Should We Ban Begging?

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Video Lessons

Warmer questions

  1. Where you live do you see many people who are homeless and begging?
  2. Do you give them money or food? Can you trust what they say?
  3. Are local governments doing enough to help them?
  4. How do you think they become homeless?

Reading section

Unworthy of money?

Imagine this. You are walking along a street in a busy part of town with only 20 minutes on the clock until you need to show up back at your work desk with something to eat. You are rushing along the pavement trying to find your favourite deli shop, you can’t get there in time so you make a compromise and head into a local supermarket. Just before you head into the entrance, you see a disheveled man with a poorly fed door sitting next to the door to get in. He has a handwritten sign made from scavenged cardboard saying:

“Need to raise £35 for a hot shower and a bed for tonight, I don’t do drugs and I want to get my life back together”.

You really feel for the man and decide to buy an extra sandwich (since you are already buying one for yourself) and then donate it to man outside.

Ask any city goer and they will tell you that this is a normal part of urban life. But, is there a reason to suspect that it is wrong to help those begging for food or money? In some ways, it is seen as a taboo to give money to the poor. There is a perception that they do not deserve it. They are simply poor as they drink too much or irresponsible – but is this true?

The following questions arise from such a situation:

  1. Is he really homeless?
  2. The government offers free weekly payments, why can’t he get them?
  3. Where is his family?
  4. Is he really not taking drugs?
  5. Is he the responsibility of the public?

Video: What people think of banning begging

The following video was created by RNZ TV channel for New Zealand. Local people are asked what to do with those who are on the streets.

Pre-teach vocab

  1. Schizophrenia (Noun, a type of mental disorder)
  2. Ignored (Verb, when someone or something is not noticed)
  3. Politician (Noun, a job, someone who is in government)
  4. Mayor (Noun, Leader of a city, government job)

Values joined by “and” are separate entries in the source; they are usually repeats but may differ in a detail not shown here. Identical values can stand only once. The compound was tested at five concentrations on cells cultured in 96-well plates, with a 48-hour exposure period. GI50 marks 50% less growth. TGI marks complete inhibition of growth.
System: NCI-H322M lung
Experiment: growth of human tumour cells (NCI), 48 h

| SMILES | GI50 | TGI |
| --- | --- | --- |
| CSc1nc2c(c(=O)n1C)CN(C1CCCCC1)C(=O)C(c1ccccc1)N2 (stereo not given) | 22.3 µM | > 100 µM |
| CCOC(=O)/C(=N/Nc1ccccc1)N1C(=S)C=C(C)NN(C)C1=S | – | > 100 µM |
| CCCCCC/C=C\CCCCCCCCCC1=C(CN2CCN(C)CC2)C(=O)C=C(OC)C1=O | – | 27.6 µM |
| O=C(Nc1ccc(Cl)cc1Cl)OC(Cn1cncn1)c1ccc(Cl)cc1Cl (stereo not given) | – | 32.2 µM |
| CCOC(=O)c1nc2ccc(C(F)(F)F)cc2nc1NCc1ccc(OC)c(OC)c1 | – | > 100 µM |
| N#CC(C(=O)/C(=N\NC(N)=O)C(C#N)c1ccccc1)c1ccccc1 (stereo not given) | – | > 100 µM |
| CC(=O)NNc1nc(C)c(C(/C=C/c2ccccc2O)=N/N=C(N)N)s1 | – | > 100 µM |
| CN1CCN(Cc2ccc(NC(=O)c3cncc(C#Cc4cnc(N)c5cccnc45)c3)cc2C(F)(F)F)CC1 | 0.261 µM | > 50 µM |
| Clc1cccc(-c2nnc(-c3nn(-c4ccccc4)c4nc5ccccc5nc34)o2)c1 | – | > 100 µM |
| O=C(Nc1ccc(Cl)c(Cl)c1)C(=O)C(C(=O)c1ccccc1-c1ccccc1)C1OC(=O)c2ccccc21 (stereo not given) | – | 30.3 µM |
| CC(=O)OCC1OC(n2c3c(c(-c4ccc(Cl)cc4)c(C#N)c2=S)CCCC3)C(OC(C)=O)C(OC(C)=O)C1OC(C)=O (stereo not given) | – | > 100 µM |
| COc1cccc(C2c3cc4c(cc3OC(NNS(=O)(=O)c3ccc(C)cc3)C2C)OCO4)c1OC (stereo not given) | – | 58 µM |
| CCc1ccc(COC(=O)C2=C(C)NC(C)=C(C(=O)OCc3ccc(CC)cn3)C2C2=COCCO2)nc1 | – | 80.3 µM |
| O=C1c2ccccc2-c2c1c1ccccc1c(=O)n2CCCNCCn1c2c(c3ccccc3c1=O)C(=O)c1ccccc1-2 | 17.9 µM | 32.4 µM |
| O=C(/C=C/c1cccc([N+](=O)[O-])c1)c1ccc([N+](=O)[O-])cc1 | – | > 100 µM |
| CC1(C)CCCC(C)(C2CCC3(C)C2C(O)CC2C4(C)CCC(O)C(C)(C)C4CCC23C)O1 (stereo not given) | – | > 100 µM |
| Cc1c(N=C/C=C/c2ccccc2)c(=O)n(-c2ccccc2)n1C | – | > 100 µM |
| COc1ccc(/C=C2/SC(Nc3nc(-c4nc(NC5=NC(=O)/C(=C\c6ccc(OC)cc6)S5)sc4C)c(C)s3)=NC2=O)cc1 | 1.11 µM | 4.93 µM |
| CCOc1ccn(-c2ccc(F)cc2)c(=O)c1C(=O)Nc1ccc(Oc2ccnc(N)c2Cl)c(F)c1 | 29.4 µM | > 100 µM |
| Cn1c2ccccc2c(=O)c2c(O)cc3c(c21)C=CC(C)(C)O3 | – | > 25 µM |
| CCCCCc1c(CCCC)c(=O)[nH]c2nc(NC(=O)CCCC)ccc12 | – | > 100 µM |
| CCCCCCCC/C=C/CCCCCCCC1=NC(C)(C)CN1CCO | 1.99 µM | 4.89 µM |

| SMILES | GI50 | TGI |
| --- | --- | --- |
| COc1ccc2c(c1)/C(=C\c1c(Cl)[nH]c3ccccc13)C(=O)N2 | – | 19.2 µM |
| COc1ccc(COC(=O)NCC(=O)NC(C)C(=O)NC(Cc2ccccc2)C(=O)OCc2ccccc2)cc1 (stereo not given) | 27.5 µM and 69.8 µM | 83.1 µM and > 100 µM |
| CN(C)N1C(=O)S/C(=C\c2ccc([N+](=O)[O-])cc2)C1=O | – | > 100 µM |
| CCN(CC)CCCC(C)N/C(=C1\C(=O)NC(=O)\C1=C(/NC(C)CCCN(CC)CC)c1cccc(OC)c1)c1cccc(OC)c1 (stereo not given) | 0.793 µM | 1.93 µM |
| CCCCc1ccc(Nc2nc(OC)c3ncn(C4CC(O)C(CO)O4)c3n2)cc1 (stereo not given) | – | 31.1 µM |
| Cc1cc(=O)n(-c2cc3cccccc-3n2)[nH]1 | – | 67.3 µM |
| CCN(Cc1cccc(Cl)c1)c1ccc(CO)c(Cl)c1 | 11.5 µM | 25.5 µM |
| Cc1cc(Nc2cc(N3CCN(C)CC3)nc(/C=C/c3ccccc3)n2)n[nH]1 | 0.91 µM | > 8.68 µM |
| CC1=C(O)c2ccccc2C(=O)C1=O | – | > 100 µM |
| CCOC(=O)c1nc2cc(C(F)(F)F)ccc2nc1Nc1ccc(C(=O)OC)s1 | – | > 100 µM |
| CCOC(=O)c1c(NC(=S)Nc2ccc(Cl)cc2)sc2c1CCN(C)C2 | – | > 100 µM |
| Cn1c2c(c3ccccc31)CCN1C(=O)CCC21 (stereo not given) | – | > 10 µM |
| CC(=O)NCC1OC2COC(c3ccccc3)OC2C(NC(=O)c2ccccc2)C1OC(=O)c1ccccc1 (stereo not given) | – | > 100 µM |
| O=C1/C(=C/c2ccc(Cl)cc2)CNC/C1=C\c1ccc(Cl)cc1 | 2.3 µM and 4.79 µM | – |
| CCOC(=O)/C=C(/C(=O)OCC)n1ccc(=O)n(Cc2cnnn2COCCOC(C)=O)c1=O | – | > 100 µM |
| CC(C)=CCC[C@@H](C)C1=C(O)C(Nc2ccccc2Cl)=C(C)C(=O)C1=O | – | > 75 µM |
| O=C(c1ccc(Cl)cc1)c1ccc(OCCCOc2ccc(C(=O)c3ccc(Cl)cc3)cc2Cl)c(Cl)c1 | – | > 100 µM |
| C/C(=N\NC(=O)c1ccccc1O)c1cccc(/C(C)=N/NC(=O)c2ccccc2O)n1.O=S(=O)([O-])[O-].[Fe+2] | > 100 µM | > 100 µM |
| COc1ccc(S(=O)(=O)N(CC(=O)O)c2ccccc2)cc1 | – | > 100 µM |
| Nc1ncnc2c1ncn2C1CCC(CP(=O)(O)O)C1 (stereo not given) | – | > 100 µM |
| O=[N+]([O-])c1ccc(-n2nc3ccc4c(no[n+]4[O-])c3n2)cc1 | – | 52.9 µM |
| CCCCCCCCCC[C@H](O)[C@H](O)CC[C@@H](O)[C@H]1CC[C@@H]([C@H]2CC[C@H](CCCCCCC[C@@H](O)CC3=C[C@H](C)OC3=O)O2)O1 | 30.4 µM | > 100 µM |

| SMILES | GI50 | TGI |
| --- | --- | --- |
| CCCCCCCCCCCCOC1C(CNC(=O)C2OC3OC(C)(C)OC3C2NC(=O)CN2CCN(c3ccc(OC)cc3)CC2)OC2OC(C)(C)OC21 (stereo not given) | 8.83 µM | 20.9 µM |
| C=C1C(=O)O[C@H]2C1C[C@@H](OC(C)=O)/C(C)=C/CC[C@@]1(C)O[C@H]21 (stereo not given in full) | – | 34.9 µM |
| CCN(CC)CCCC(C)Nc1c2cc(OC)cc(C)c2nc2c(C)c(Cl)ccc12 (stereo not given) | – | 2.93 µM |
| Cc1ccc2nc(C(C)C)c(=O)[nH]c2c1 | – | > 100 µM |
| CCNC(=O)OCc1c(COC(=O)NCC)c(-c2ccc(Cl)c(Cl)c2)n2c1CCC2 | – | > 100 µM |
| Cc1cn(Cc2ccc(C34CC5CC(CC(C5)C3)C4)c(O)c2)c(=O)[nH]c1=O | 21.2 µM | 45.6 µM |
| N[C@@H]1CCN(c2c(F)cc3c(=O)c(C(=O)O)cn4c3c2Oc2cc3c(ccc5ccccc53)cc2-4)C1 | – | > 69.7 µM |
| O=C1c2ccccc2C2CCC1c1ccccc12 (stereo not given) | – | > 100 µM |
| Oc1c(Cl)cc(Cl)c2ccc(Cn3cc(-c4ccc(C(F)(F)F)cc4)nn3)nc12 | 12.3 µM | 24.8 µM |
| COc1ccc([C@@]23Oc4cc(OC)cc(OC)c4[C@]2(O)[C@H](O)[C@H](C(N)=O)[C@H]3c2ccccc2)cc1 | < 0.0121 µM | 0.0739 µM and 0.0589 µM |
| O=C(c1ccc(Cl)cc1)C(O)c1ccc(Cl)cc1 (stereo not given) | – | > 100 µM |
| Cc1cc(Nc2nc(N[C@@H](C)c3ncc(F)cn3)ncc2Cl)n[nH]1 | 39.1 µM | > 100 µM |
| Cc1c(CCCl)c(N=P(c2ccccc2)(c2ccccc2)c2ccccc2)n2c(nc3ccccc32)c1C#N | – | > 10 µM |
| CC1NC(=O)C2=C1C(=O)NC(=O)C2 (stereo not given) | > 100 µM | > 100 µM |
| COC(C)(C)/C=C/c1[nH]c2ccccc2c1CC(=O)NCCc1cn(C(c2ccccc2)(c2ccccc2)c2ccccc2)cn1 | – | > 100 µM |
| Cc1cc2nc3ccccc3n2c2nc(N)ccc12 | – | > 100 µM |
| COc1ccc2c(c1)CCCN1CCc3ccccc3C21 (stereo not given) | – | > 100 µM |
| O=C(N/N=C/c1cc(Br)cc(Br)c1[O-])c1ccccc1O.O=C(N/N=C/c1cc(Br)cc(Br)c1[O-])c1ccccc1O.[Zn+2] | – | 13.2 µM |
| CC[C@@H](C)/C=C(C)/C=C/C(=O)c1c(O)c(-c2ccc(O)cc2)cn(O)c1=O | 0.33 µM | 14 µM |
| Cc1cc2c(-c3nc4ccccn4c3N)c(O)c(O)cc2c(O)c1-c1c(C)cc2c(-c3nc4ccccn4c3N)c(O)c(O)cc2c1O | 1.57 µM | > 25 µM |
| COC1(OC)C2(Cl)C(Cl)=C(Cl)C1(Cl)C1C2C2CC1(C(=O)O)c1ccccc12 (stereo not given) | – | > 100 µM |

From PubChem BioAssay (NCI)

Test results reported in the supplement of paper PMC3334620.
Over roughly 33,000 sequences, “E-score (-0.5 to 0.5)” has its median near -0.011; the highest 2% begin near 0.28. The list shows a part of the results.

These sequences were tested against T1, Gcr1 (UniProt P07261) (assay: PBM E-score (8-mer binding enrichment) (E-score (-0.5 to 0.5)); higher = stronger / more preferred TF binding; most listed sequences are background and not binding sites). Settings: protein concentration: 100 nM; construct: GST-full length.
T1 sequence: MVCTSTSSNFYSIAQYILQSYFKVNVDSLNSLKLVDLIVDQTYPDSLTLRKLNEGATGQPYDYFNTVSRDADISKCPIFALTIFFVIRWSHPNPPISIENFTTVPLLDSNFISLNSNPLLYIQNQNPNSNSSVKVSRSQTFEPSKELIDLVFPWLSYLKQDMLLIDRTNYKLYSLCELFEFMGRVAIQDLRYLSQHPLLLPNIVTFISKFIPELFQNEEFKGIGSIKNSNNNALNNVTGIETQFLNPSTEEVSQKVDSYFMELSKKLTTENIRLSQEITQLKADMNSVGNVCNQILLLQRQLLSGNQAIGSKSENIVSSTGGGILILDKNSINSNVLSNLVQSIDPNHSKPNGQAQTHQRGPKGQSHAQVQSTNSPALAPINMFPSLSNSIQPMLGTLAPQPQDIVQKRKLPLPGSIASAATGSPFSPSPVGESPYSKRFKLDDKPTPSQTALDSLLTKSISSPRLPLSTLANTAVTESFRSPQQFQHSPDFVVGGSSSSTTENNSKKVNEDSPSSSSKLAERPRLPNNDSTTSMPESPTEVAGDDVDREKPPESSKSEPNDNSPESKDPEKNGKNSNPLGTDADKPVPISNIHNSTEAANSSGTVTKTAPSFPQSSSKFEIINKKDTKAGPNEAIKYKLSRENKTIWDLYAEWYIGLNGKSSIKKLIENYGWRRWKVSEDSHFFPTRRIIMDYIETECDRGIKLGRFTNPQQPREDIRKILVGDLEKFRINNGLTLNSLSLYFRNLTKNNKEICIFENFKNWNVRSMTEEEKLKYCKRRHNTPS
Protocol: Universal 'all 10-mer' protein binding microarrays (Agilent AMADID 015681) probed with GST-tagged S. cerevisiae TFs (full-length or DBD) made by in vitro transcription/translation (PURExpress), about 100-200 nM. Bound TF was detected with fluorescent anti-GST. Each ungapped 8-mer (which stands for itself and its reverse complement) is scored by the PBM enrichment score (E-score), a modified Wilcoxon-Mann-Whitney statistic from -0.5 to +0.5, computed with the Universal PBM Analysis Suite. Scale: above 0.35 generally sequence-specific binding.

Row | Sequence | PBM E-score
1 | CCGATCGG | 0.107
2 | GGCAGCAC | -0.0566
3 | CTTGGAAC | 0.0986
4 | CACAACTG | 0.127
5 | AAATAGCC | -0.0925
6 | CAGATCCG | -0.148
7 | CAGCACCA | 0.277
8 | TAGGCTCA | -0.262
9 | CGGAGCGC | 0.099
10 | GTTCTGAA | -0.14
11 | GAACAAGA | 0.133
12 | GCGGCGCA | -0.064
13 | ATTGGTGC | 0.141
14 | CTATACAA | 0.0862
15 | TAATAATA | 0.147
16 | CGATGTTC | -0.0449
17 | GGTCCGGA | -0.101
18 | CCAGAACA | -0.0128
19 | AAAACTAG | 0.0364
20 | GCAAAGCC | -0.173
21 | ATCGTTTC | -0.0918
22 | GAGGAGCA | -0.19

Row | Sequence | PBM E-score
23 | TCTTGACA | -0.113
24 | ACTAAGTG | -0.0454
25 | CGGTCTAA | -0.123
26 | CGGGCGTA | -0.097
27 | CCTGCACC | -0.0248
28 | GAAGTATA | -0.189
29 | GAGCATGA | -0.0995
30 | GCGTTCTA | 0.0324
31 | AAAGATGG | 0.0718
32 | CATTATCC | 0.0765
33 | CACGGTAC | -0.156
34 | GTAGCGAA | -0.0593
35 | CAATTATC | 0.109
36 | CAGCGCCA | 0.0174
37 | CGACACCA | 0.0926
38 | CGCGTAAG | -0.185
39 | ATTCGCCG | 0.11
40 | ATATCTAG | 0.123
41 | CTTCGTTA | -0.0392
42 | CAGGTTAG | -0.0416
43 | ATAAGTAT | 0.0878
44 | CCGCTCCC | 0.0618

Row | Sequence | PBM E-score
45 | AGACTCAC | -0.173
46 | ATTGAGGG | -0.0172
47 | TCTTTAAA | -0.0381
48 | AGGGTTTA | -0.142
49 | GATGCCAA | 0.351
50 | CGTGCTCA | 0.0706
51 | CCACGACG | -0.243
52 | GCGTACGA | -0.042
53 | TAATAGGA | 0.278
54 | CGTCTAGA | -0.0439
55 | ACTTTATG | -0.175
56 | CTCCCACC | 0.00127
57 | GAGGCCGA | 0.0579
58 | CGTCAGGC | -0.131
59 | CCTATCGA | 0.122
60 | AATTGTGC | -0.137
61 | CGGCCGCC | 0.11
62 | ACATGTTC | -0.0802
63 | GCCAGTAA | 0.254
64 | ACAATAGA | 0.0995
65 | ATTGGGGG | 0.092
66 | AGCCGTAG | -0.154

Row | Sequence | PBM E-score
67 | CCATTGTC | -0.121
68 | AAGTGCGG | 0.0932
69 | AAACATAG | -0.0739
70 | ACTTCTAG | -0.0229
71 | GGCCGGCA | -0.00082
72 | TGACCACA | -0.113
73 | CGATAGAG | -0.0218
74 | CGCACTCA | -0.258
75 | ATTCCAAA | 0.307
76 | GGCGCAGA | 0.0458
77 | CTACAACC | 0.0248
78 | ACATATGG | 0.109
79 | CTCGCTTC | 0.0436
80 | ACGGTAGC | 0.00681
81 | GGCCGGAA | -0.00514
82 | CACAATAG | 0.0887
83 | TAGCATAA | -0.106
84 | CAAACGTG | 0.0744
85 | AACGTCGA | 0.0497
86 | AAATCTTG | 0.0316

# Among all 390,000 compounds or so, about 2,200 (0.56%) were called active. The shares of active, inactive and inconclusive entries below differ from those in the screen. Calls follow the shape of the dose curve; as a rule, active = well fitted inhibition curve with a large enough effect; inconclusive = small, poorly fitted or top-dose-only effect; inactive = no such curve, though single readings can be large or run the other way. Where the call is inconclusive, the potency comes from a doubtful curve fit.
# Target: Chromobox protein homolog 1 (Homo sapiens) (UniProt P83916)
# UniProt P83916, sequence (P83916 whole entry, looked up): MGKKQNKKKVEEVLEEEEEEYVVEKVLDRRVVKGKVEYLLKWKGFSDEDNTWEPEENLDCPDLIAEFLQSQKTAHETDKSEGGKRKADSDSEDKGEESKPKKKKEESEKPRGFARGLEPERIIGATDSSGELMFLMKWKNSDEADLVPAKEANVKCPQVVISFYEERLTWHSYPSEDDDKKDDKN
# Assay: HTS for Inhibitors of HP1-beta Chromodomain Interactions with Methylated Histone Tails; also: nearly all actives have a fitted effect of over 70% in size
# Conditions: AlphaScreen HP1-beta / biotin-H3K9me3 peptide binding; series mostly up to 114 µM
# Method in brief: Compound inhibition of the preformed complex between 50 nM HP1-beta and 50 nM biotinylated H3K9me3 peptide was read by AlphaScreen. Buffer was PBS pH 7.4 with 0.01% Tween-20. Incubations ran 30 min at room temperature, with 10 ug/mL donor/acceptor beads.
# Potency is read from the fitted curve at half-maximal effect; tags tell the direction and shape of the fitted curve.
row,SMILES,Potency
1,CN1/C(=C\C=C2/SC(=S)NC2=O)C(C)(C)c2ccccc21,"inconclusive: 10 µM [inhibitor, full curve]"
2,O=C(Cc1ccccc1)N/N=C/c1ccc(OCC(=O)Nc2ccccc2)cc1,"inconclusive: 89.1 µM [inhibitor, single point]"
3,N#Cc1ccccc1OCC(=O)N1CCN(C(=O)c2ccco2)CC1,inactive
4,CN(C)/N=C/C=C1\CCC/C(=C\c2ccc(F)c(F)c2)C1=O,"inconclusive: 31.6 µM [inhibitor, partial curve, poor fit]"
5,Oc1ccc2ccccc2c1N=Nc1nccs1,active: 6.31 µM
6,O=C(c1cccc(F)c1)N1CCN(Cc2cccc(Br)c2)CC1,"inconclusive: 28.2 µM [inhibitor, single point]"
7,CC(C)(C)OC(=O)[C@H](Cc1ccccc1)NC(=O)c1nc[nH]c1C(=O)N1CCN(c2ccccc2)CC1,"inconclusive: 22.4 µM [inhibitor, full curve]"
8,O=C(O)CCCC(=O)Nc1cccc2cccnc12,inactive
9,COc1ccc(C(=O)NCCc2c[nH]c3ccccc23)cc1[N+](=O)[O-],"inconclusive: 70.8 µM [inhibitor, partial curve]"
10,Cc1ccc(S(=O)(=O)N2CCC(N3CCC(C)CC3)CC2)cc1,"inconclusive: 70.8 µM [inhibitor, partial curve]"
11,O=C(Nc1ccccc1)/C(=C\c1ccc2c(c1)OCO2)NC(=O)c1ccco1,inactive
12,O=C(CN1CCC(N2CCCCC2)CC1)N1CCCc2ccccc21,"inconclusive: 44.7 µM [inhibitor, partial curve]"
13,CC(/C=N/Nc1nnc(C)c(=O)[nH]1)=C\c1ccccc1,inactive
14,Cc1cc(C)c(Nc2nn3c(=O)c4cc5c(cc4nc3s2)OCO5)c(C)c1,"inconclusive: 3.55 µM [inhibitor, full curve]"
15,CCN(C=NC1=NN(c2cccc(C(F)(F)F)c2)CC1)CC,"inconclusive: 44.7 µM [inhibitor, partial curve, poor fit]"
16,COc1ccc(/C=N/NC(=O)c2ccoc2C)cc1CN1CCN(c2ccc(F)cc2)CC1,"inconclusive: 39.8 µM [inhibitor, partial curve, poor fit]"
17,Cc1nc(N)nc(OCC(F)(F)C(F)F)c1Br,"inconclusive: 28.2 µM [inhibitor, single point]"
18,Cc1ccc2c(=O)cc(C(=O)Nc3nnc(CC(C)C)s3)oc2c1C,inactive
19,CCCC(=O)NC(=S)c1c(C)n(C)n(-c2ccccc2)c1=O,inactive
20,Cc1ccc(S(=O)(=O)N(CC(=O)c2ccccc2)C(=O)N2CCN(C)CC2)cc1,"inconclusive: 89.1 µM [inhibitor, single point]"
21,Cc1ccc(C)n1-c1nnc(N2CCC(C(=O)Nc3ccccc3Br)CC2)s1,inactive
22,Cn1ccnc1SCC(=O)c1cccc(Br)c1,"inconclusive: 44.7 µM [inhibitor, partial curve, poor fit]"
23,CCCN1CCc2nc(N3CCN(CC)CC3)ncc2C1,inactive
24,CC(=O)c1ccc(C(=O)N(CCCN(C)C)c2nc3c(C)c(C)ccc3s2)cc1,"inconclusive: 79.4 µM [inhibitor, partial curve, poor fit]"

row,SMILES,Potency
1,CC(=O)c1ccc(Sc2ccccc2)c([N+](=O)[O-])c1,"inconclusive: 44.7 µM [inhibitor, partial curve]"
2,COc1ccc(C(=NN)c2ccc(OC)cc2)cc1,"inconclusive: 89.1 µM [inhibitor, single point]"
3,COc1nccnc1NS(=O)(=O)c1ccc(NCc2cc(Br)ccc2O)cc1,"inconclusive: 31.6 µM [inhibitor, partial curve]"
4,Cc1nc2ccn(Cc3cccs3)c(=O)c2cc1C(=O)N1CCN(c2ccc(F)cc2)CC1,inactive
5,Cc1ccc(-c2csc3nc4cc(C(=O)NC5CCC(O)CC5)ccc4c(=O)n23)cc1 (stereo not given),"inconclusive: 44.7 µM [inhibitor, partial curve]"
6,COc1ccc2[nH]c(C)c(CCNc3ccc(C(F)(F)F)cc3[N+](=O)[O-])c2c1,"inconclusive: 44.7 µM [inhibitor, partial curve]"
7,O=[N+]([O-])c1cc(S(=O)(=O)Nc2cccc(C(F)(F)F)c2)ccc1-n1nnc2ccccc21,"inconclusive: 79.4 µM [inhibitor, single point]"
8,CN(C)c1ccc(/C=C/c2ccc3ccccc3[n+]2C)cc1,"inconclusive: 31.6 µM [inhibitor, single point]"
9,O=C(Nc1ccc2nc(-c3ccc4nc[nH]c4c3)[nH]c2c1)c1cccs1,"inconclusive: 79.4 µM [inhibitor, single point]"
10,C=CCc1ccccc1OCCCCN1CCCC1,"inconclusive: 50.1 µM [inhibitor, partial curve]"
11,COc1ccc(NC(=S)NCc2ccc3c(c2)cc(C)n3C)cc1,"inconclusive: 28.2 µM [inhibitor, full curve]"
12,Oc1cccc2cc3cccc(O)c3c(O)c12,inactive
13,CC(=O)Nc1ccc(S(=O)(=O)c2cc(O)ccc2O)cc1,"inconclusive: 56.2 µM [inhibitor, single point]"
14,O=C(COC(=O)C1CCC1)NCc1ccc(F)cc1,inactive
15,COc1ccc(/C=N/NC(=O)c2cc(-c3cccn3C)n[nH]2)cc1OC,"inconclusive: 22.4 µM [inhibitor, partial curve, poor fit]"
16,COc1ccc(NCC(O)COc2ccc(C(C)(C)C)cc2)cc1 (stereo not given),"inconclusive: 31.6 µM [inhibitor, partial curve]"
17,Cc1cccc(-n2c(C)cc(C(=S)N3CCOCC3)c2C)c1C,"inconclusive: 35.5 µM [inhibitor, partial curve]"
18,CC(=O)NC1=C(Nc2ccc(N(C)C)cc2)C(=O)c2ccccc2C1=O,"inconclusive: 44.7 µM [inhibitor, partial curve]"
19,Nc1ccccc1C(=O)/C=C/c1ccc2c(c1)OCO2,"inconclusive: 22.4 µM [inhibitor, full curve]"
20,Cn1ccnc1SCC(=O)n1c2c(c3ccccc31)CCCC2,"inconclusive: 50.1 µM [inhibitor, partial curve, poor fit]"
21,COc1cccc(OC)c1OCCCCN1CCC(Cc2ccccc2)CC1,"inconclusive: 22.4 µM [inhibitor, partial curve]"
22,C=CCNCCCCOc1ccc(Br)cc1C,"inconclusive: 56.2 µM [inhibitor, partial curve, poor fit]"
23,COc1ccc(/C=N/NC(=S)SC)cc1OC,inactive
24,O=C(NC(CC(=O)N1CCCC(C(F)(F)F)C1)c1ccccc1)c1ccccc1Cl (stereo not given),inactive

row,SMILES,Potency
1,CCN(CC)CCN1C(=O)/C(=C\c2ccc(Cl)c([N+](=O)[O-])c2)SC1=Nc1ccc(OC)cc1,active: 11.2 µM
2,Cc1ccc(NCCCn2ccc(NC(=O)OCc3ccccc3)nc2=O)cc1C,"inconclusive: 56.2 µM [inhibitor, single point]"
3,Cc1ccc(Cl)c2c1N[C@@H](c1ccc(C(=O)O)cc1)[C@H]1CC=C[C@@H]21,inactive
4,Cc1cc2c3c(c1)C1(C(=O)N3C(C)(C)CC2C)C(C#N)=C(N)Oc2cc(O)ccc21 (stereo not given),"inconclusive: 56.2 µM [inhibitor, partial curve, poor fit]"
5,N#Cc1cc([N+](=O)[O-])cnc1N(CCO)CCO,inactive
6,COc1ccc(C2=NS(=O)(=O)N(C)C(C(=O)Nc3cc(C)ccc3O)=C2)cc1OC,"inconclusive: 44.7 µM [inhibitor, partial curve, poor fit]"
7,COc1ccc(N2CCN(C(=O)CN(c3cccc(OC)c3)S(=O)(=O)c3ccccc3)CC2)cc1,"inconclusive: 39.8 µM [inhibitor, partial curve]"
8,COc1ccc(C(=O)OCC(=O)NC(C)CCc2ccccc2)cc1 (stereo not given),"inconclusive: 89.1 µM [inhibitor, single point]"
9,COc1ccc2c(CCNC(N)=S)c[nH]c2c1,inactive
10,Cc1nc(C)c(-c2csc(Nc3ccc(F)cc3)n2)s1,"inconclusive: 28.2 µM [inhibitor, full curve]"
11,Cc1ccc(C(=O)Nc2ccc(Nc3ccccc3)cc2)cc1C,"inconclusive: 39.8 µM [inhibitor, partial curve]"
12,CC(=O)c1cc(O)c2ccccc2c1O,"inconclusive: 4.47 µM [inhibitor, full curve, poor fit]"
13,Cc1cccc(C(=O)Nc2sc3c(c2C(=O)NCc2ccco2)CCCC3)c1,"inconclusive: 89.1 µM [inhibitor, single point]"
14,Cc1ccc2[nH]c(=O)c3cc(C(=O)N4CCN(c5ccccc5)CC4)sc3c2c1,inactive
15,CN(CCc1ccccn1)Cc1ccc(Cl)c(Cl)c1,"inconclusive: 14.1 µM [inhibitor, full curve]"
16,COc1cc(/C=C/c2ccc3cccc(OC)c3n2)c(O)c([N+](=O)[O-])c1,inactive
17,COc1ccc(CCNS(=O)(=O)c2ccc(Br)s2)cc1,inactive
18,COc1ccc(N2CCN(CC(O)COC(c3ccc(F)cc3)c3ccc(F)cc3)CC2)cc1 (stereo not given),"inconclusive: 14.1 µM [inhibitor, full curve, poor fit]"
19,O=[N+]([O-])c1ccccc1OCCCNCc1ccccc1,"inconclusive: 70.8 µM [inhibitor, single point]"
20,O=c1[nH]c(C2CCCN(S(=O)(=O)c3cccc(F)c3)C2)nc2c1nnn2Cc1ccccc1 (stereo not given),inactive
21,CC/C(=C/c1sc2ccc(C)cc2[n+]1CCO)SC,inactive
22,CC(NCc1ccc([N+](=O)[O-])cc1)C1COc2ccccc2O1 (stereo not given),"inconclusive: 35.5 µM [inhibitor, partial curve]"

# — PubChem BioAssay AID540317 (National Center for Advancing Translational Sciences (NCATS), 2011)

5. Banned (Noun, when something cannot be done anymore)
  6. Prospects (Noun, future actions or hope)

Task: Try to guess the answers to these questions and then watch the video to check if you guessed correctly.

  1. What did the first interviewee say he needed to have?
  2. What does the Mayor want to happen in the city?
  3. What does the homeless interviewee say they really need?
  4. Are they going to build a centre to help people?
Answers 1. A good attitude instead of a bad attitude   2. To ban begging   3. To help people develop and grow     4. False, it is what the homeless interviewee hopes

The pros of banning begging

  1. It stops crime from developing in a particular area.
  2. It makes people feel unsafe.
  3. The street is filled with litter and human waste. It could create a problem for human health.
  4. It stops people from begging as a profession or to just make a little extra money.
  5. It stops organised crime from abusing young and vulnerable people to work for them to collect money by begging.
  6. It becomes harder to help those who are homeless as they are now part of the informal economy.

The cons of banning begging

  1. It is criminalising poverty.
  2. It is an exercise to stop local people from feeling guilty of those less fortunate.
  3. It pushes the people to other areas where it is not seen and can go untreated.
  4. Local government does not have the need to fix the root cause of the problem. Instead, they can ignore it.
  5. Those who are in need of help with mental health issues, drug abuse, and other issues are simply ignored.

Potential debate topics

  1. Begging is a criminal activity and should be banned.
  2. Governments spend billions to stop homelessness but some choose this lifestyle.
  3. Begging is the result of vulnerable people who are unable to control their own lives.

Final thoughts

There does seem to be increasing hostility towards the homeless and those begging in many western nations. For instance, in my hometown of London, UK, there are attempts by the local council to have street furniture to have devices to prevent people some sleeping on them. They often use spikes on the ground or try to separate benches so that it is only possible to sit on them. If you want to volunteer then you can sign up at the Streets of London Charity.

Is it right to have these placed around our cities? Should we ignore the homeless? What are your thoughts, comment below!

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